Immigrant acquitted in Kate Steinle shooting sentenced on gun charge

In this July 7, 2015 file photo, Jose Ines Garcia Zarate, right, is led into the courtroom for his arraignment in San Francisco.

Michael Macor/AP

SAN FRANCISCO -- A Mexican man acquitted of murder in the shooting death of a San Francisco woman that sparked a national immigration debate was sentenced to time served for illegal gun possession Friday. San Francisco Superior Court Judge Samuel Feng also denied a defense request to give Jose Ines Garcia Zarate a new trial for his conviction of being a felon in possession of a firearm. Garcia Zarate will now be taken into federal custody, but it's not clear when he will be transferred. 

Defense attorneys argued that the judge failed to properly instruct jurors, who found Garcia Zarate not guilty last month of killing Kate Steinle on a popular pier in 2015. Garcia Zarate faced a maximum sentence of three years behind bars but has been held in the San Francisco jail since his July 1, 2015, arrest. 

He had previously been convicted of illegally re-entering the United States and been deported five times before Steinle was fatally shot. The San Francisco sheriff's department released him from jail several weeks before the shooting, ignoring a request from federal immigration officials to detain him for a sixth deportation. 

The shooting happened during the presidential campaign and touched off a fierce debate over the country's immigration policies.   San Francisco's "sanctuary city" policy bars local officials from helping federal immigration authorities in deportation matters unless they have a warrant. Donald Trump pointed to the shooting during his presidential campaign as another reason to build a wall along the Mexican border and tighten immigration policies.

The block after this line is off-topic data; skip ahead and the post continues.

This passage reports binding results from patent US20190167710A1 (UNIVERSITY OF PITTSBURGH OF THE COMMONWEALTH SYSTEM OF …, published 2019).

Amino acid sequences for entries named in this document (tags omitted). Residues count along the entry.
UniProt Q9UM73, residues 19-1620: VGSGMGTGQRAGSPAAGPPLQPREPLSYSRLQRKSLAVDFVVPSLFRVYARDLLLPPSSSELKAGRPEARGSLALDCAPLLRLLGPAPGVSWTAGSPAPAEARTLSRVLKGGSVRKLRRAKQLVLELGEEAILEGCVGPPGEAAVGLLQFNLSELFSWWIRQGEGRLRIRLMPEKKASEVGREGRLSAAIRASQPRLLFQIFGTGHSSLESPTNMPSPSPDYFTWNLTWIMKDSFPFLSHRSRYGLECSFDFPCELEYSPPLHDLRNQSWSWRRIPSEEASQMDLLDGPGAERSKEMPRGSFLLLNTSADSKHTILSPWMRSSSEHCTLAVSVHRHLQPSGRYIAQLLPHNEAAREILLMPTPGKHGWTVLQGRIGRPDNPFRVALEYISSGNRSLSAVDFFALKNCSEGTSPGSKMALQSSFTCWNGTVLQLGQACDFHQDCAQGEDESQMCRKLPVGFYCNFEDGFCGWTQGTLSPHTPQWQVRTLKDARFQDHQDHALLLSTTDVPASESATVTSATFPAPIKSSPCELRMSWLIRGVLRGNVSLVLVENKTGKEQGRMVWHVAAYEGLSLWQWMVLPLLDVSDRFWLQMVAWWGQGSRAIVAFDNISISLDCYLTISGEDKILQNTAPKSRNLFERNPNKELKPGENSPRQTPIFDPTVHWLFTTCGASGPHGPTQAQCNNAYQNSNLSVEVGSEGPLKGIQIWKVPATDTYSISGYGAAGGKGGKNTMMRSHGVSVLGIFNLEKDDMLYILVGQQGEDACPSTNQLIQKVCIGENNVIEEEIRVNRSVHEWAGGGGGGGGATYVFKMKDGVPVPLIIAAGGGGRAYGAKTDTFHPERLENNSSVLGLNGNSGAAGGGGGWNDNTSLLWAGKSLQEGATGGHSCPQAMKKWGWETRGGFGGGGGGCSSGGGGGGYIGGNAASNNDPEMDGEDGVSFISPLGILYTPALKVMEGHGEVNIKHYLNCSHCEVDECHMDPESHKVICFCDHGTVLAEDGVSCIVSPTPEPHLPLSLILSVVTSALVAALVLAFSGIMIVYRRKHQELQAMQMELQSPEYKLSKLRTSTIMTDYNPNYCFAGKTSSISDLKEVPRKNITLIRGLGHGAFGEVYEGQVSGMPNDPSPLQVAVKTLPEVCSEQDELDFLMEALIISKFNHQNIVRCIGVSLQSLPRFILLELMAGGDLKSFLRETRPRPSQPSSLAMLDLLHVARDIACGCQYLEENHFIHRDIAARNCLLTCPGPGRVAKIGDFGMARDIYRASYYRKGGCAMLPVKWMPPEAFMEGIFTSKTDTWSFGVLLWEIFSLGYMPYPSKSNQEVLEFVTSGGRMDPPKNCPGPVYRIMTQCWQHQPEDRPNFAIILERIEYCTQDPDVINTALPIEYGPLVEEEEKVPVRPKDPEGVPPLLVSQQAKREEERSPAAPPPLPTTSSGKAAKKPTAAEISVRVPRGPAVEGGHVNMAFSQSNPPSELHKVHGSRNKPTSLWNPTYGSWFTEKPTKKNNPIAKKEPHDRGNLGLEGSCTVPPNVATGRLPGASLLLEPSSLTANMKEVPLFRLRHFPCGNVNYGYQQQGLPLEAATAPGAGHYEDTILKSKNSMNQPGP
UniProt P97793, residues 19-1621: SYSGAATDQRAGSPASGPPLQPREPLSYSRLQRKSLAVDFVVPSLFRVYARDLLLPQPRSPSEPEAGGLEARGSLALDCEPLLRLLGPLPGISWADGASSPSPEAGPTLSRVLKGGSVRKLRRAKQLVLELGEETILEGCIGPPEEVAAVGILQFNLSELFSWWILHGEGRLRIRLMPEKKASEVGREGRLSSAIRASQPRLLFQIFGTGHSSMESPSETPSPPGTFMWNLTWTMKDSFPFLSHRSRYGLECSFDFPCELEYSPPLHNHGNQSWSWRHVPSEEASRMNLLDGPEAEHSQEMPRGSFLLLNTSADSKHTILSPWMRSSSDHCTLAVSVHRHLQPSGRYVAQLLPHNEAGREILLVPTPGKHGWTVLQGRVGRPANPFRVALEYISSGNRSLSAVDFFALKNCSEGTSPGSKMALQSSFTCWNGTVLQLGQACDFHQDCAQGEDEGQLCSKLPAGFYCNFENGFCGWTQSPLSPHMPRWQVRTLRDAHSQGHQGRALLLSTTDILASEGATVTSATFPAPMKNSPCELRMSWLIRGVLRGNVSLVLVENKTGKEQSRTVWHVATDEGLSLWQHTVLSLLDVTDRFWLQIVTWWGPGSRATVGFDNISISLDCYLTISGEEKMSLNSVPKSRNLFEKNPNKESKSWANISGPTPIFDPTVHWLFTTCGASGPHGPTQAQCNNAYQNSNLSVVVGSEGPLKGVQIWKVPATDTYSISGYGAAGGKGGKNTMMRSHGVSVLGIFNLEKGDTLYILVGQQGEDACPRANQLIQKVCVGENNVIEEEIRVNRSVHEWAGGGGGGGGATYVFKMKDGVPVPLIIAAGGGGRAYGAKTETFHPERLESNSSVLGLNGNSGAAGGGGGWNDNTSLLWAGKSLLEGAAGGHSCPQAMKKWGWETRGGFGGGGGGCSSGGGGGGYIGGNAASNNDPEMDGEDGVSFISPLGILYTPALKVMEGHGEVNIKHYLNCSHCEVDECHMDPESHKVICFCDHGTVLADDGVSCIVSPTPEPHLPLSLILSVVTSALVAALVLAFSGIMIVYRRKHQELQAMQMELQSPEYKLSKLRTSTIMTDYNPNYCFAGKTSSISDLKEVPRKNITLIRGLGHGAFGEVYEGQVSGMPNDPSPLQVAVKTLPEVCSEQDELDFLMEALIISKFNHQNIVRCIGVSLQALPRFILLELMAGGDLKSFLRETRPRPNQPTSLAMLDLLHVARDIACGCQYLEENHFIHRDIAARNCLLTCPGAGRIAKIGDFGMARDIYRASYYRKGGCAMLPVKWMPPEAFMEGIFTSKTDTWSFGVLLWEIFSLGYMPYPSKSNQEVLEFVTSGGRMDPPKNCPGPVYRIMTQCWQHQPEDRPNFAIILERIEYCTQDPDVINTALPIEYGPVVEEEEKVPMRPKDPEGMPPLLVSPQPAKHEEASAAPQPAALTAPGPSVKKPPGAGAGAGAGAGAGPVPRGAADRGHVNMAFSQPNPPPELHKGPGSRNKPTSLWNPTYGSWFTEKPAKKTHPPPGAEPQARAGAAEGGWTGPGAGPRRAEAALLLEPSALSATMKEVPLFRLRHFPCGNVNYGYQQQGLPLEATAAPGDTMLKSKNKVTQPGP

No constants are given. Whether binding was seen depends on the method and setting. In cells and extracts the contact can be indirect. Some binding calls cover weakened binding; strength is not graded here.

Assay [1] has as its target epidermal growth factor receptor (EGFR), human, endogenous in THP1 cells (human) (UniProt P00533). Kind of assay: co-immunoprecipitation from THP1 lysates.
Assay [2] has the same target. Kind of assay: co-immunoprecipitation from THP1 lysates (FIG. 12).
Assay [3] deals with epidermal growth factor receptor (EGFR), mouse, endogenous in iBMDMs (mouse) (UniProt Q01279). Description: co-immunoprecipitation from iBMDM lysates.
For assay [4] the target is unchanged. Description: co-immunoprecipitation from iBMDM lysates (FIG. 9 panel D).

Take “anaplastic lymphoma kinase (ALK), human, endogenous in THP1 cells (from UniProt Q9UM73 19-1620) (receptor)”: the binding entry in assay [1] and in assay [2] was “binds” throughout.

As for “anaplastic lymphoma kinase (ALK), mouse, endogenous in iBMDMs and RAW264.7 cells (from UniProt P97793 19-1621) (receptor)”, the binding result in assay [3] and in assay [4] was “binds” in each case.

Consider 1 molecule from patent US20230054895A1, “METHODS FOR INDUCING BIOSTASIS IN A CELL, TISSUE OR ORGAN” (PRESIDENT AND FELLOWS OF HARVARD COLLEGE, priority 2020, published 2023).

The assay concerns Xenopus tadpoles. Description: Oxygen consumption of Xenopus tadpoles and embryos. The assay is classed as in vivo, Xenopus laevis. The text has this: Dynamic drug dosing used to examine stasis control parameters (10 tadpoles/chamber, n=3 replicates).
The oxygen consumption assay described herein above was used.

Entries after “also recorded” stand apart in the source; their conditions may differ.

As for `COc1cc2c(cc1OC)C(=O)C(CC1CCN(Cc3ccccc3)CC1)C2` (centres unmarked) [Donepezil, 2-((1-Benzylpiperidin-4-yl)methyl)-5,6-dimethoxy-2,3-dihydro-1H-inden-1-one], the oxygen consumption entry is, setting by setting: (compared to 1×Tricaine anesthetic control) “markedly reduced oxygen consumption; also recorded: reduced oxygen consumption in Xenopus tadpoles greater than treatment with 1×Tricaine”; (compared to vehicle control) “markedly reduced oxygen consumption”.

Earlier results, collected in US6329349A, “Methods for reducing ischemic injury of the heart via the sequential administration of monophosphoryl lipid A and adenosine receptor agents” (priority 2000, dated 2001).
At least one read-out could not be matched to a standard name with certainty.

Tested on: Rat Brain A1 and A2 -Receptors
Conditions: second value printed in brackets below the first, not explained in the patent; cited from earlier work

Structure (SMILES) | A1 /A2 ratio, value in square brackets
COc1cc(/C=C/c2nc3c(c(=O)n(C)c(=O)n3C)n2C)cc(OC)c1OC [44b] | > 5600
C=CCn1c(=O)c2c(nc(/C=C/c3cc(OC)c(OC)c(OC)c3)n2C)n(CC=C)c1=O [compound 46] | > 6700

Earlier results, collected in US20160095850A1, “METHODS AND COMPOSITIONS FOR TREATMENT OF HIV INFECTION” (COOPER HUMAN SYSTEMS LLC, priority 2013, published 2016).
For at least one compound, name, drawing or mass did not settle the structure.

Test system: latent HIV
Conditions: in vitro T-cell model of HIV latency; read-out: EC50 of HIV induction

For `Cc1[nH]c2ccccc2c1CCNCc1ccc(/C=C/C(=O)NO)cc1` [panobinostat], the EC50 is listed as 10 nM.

None of that, however, was at issue during the month-long trial. The judge barred mention of the politics of immigration and gun control during the proceedings.   

Garcia Zarate said he was sitting on a city pier when he found and picked up a gun wrapped in rags. His lawyer said he didn't know it was a weapon until it accidentally fired, the bullet ricocheting of the pier's concrete walkway and striking Steinle in the back.   

A prosecutor, however, painted a picture of a man who hid a firearm in his baggy clothes, went to a pier filled with tourists and whirled about on a stool for more than 20 minutes before shooting it at Steinle's back.  

Defense lawyers argued in court papers that the judge improperly barred the jury from considering Garcia Zarate's claim that he didn't know he was holding a gun when it fired. They also argue that he didn't hold the gun long enough to warrant a firearm possession conviction.

Jurors had asked for clarification during deliberations on what "intent" they had to determine to convict Garcia Zarate of illegal possession. 

The San Francisco sheriff's department has said it will turn over Garcia Zarate to federal authorities after he has finished his state sentence. A federal grand jury indicted him on two felony charges of illegal gun possession less than a week after the San Francisco jury acquitted him of murder.